In an ad currently airing on television, Wesley Foster, the CEO of Long & Foster real estate, states that his company was founded on the “bedrock of honesty and intregity.” He then goes on to say that those are the qualities “that I’ve always seen in Creig Northrop.”
In a lawsuit filed on December 9th against the Creig Northrop Team of Long & Foster, several families in the
area are now challenging that assumption. According to this story by Jamie Smith Hopkins in The Sun, the suit “alleges that the defendants used a complex scheme to get clients to buy new homes without first selling their old ones, requiring two new loans rather than one and netting more fees and commissions for the companies. The defendants fabricated documents to make these deals possible, the lawsuit also alleges.” Baltimore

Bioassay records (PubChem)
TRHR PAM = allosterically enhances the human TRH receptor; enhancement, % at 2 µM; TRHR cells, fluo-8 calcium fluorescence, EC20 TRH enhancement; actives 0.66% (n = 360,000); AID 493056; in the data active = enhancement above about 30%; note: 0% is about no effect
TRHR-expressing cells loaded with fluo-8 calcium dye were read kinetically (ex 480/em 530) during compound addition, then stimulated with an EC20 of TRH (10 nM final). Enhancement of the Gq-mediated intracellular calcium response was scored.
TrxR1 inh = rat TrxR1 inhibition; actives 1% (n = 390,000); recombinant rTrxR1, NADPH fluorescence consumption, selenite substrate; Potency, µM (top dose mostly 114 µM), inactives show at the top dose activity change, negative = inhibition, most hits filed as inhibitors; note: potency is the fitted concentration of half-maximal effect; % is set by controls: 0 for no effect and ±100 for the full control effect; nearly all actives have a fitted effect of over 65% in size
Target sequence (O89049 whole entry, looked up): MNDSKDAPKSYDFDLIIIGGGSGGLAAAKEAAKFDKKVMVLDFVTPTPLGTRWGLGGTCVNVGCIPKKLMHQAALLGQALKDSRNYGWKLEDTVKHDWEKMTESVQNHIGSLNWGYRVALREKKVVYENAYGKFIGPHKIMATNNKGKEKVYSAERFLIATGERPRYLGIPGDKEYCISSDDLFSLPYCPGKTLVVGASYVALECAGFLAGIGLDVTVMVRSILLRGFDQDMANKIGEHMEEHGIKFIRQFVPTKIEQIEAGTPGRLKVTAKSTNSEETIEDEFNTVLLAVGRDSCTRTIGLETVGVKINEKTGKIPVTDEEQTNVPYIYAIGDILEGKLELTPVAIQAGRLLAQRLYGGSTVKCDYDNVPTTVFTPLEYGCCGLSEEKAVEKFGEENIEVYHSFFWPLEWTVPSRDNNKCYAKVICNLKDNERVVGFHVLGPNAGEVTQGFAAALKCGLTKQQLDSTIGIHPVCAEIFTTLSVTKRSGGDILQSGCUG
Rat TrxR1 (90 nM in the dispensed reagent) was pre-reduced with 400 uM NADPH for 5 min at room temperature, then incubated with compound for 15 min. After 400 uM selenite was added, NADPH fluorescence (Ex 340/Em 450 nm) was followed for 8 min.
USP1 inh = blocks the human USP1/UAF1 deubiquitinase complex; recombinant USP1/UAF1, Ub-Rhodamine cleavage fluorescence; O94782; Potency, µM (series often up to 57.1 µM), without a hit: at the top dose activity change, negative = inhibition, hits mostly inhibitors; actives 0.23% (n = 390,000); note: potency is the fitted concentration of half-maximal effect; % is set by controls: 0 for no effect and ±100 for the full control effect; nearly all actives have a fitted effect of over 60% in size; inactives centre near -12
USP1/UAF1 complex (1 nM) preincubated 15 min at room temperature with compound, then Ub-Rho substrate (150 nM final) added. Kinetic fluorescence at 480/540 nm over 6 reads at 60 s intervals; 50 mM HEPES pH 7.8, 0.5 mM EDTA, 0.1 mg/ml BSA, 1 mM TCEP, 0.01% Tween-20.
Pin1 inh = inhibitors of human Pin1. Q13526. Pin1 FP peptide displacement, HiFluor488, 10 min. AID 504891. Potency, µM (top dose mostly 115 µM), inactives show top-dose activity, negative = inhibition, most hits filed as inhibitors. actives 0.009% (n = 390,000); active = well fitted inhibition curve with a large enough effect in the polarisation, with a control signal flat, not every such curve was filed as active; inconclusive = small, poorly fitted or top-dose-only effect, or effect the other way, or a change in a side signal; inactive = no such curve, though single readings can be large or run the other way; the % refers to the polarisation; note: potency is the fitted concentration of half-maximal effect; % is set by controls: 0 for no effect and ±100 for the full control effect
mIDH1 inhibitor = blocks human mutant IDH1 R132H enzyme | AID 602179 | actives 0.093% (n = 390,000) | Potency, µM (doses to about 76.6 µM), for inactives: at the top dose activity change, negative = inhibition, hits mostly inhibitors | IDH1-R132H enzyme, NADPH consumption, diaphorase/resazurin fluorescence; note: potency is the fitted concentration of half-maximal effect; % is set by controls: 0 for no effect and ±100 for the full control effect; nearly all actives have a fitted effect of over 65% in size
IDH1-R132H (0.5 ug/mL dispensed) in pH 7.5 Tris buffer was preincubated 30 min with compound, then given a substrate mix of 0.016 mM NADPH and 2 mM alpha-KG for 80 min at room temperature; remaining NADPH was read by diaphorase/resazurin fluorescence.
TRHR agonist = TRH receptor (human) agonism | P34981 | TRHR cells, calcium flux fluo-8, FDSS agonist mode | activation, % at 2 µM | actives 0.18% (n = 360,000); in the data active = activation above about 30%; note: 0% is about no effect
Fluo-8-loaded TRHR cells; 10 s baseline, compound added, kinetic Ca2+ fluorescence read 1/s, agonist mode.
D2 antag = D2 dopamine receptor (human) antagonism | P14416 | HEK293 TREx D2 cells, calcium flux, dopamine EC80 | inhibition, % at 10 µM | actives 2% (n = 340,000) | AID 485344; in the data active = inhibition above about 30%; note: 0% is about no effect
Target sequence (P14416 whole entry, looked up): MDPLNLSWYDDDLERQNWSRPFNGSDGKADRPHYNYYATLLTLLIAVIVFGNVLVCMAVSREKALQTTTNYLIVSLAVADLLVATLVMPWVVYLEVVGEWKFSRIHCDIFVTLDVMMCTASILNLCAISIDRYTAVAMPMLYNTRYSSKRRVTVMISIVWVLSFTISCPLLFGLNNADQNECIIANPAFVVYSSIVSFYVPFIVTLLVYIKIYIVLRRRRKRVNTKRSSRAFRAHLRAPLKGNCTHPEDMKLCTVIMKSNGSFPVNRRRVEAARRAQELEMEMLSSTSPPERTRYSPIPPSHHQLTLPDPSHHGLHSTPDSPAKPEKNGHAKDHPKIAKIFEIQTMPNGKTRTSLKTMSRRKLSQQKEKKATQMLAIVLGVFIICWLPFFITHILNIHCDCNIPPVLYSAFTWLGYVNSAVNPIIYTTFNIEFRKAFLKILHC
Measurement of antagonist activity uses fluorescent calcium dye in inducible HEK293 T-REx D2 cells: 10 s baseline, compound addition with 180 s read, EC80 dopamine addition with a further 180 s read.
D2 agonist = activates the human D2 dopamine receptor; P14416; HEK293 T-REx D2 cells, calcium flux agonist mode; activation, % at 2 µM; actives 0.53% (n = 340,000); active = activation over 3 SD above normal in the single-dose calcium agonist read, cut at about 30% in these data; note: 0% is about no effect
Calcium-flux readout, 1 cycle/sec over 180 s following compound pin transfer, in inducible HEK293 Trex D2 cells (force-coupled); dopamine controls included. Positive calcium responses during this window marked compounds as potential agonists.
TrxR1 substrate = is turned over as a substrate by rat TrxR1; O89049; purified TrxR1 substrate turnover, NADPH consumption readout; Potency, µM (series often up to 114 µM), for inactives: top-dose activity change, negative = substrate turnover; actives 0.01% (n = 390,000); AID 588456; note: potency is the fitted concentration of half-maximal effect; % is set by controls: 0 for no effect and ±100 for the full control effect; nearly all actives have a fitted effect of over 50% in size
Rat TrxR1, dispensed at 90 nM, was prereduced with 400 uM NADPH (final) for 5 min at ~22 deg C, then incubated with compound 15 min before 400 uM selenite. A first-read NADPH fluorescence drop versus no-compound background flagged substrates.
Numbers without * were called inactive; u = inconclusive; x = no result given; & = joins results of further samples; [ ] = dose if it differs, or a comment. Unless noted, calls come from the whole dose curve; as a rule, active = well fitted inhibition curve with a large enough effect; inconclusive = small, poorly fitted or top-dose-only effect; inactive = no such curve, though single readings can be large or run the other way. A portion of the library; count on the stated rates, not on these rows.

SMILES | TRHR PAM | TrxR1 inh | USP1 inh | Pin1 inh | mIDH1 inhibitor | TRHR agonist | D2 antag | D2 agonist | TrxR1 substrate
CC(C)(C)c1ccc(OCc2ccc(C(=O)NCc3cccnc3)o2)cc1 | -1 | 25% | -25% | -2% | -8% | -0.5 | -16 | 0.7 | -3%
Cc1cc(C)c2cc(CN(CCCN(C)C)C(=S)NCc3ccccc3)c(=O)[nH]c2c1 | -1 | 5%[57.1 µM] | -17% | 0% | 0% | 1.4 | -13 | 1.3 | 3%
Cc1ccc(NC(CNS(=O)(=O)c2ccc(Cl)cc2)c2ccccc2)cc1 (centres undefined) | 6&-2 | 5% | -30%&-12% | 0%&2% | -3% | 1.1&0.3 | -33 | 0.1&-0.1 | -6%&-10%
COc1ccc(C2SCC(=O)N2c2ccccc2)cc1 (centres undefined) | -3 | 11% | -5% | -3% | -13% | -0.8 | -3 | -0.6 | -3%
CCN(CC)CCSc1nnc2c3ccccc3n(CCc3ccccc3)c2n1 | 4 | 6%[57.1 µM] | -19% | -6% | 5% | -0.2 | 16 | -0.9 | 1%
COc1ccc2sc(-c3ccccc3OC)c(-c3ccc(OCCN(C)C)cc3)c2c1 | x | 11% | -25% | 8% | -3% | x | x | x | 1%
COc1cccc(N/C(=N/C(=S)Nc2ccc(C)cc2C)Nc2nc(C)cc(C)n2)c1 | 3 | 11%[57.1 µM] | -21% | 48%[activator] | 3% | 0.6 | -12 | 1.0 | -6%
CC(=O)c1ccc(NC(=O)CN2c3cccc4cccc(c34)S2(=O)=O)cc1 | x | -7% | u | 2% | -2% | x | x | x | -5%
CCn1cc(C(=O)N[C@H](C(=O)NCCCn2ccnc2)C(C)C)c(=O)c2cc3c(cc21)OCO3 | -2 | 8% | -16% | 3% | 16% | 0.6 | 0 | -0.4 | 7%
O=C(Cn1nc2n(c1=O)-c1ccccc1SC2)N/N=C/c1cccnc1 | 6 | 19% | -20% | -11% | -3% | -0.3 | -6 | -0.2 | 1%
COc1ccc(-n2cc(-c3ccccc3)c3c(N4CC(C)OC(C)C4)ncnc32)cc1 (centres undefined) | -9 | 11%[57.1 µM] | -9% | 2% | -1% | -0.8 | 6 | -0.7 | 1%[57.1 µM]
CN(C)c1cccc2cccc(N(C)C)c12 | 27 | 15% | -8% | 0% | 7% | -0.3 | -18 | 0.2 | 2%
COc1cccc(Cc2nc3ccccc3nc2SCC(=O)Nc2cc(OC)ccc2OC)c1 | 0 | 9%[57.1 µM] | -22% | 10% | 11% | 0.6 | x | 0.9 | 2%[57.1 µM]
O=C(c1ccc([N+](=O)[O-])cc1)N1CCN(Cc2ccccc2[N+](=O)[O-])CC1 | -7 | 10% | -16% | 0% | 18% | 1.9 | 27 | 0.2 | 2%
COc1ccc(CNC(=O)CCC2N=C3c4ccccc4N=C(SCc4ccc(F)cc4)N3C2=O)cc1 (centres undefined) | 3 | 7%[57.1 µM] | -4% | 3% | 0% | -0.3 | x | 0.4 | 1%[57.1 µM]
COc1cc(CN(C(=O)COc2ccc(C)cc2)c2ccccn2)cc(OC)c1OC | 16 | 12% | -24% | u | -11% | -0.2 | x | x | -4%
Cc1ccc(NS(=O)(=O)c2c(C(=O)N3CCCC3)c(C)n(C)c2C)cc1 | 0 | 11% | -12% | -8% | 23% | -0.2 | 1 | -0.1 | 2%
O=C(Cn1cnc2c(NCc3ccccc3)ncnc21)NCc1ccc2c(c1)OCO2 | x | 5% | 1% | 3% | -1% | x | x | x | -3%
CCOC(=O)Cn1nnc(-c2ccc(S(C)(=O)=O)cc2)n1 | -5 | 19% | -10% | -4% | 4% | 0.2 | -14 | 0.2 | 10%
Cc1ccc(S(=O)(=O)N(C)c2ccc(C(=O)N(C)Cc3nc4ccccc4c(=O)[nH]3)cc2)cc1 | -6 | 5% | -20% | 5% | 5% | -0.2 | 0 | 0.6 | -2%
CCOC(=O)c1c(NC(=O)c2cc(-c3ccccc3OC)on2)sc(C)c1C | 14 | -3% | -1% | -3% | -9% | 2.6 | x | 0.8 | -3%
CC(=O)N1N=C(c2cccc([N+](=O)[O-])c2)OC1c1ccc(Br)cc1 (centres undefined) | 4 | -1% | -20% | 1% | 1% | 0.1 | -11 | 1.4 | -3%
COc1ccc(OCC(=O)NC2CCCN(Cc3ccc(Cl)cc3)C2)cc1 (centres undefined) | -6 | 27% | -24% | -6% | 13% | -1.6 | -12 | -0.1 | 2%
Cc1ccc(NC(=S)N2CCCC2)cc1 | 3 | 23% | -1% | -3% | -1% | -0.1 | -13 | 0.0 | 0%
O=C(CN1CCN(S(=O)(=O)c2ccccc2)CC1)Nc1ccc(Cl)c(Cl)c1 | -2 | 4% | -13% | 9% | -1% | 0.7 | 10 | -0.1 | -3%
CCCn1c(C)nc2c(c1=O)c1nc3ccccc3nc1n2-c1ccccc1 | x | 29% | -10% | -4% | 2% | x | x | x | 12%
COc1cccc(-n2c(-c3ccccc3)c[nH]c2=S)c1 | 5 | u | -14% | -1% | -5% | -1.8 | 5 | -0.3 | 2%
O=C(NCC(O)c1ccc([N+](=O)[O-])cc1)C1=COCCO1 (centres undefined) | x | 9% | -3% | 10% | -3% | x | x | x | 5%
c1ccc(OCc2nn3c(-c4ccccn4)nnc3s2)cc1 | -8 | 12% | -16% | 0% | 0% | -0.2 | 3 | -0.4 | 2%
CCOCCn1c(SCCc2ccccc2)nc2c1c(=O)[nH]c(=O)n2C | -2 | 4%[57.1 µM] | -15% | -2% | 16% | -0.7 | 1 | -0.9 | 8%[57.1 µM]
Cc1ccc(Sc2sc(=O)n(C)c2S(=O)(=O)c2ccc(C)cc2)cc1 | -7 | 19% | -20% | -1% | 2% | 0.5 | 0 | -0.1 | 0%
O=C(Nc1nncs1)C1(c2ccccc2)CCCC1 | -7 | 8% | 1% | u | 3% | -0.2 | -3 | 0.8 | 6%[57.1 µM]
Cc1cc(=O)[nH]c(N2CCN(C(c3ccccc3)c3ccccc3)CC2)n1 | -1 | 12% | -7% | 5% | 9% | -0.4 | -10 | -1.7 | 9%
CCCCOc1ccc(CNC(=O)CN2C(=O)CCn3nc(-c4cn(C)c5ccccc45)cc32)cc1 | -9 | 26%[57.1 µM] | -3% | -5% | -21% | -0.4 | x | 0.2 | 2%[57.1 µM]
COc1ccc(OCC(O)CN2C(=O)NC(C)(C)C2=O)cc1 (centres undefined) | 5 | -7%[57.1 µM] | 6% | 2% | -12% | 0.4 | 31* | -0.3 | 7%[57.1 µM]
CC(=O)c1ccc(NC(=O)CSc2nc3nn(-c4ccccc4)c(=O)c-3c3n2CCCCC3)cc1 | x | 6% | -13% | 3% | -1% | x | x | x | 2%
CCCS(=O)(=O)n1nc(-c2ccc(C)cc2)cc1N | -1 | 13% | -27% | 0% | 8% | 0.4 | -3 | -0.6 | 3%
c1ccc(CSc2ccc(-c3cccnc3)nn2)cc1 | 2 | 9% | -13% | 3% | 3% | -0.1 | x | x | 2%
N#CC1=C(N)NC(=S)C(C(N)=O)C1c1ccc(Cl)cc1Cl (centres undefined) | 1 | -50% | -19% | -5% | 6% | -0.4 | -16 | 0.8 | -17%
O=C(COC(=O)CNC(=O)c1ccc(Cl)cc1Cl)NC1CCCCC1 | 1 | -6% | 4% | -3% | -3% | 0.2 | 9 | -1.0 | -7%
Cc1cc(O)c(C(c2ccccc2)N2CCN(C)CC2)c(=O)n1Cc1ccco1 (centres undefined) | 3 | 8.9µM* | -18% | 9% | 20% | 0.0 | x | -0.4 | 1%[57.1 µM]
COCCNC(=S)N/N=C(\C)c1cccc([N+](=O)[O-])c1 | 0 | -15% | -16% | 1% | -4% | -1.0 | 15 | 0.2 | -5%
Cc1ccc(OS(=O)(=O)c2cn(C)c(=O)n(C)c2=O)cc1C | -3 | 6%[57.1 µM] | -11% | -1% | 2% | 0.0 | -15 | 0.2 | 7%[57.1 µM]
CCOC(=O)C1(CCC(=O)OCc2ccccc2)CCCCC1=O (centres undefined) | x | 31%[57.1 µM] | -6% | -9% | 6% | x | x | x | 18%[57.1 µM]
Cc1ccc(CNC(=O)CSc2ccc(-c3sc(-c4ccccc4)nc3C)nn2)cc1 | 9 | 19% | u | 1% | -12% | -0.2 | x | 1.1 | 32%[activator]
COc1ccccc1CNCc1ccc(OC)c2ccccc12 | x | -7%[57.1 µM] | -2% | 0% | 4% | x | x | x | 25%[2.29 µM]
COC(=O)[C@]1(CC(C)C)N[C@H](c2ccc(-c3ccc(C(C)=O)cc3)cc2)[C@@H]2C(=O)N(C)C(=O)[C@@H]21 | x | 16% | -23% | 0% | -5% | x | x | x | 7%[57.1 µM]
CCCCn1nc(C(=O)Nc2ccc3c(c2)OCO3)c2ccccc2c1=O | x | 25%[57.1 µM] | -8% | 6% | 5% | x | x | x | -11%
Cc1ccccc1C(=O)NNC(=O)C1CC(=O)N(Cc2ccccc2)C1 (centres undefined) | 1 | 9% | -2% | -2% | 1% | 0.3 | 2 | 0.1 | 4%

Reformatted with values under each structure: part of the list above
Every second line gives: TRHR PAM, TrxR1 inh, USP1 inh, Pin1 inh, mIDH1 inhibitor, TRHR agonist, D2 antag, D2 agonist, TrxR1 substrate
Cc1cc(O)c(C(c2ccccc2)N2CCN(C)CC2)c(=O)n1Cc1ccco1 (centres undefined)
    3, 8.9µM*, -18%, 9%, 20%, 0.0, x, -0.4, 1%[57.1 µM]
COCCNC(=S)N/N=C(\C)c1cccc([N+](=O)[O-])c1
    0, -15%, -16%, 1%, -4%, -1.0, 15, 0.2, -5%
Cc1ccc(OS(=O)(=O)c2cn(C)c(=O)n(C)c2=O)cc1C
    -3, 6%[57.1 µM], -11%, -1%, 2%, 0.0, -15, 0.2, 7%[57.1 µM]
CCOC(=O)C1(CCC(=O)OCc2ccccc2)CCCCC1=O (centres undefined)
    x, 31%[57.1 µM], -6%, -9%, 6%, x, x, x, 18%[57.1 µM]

Apparently this isn’t the first time this year that Creig and his team has found itself defending its “honesty and integrity” either.
“In the earlier lawsuit that settled in March, a
couple said they were victimized by a similar buy-now-sell-later scheme. G. Russell Donaldson, who represented them and is one of the attorneys involved in the new suit, said the settlement terms were confidential.” Fulton